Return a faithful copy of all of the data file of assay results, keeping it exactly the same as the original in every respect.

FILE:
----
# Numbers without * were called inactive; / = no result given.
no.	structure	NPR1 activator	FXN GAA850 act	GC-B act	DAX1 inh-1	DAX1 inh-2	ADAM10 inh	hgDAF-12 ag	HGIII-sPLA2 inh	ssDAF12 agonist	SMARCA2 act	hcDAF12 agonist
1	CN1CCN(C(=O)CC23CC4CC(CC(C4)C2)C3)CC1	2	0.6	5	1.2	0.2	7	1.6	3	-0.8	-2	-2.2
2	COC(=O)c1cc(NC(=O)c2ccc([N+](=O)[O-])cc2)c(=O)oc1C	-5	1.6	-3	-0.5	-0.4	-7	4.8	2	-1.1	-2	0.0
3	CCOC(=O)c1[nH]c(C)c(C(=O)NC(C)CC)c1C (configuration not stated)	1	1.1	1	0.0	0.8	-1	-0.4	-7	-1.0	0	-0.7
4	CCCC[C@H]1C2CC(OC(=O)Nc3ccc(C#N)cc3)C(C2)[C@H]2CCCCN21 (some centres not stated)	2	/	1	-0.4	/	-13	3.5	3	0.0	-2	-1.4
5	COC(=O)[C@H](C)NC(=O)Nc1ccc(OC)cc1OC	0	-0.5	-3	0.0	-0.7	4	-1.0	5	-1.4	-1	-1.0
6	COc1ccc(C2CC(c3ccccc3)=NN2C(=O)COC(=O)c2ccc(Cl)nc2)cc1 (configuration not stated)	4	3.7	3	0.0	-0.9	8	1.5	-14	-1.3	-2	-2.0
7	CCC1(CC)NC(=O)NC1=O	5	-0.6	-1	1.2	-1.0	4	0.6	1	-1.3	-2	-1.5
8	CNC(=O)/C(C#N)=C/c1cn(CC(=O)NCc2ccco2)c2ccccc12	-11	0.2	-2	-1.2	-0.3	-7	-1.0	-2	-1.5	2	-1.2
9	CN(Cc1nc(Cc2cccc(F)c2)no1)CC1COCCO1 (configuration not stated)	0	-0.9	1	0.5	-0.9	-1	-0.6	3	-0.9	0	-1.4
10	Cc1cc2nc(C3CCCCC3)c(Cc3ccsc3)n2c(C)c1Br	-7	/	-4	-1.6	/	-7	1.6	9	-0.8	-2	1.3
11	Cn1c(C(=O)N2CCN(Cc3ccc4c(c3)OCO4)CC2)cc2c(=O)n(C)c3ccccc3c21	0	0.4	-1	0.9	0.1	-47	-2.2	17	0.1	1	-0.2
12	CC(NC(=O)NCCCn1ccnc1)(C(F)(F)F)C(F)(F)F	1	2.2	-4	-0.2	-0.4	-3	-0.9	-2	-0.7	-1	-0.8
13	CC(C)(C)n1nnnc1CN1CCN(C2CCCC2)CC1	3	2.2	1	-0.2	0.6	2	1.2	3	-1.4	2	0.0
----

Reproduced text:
# Numbers without * were called inactive; / = no result given.
no.	structure	NPR1 activator	FXN GAA850 act	GC-B act	DAX1 inh-1	DAX1 inh-2	ADAM10 inh	hgDAF-12 ag	HGIII-sPLA2 inh	ssDAF12 agonist	SMARCA2 act	hcDAF12 agonist
1	CN1CCN(C(=O)CC23CC4CC(CC(C4)C2)C3)CC1	2	0.6	5	1.2	0.2	7	1.6	3	-0.8	-2	-2.2
2	COC(=O)c1cc(NC(=O)c2ccc([N+](=O)[O-])cc2)c(=O)oc1C	-5	1.6	-3	-0.5	-0.4	-7	4.8	2	-1.1	-2	0.0
3	CCOC(=O)c1[nH]c(C)c(C(=O)NC(C)CC)c1C (configuration not stated)	1	1.1	1	0.0	0.8	-1	-0.4	-7	-1.0	0	-0.7
4	CCCC[C@H]1C2CC(OC(=O)Nc3ccc(C#N)cc3)C(C2)[C@H]2CCCCN21 (some centres not stated)	2	/	1	-0.4	/	-13	3.5	3	0.0	-2	-1.4
5	COC(=O)[C@H](C)NC(=O)Nc1ccc(OC)cc1OC	0	-0.5	-3	0.0	-0.7	4	-1.0	5	-1.4	-1	-1.0
6	COc1ccc(C2CC(c3ccccc3)=NN2C(=O)COC(=O)c2ccc(Cl)nc2)cc1 (configuration not stated)	4	3.7	3	0.0	-0.9	8	1.5	-14	-1.3	-2	-2.0
7	CCC1(CC)NC(=O)NC1=O	5	-0.6	-1	1.2	-1.0	4	0.6	1	-1.3	-2	-1.5
8	CNC(=O)/C(C#N)=C/c1cn(CC(=O)NCc2ccco2)c2ccccc12	-11	0.2	-2	-1.2	-0.3	-7	-1.0	-2	-1.5	2	-1.2
9	CN(Cc1nc(Cc2cccc(F)c2)no1)CC1COCCO1 (configuration not stated)	0	-0.9	1	0.5	-0.9	-1	-0.6	3	-0.9	0	-1.4
10	Cc1cc2nc(C3CCCCC3)c(Cc3ccsc3)n2c(C)c1Br	-7	/	-4	-1.6	/	-7	1.6	9	-0.8	-2	1.3
11	Cn1c(C(=O)N2CCN(Cc3ccc4c(c3)OCO4)CC2)cc2c(=O)n(C)c3ccccc3c21	0	0.4	-1	0.9	0.1	-47	-2.2	17	0.1	1	-0.2
12	CC(NC(=O)NCCCn1ccnc1)(C(F)(F)F)C(F)(F)F	1	2.2	-4	-0.2	-0.4	-3	-0.9	-2	-0.7	-1	-0.8
13	CC(C)(C)n1nnnc1CN1CCN(C2CCCC2)CC1	3	2.2	1	-0.2	0.6	2	1.2	3	-1.4	2	0.0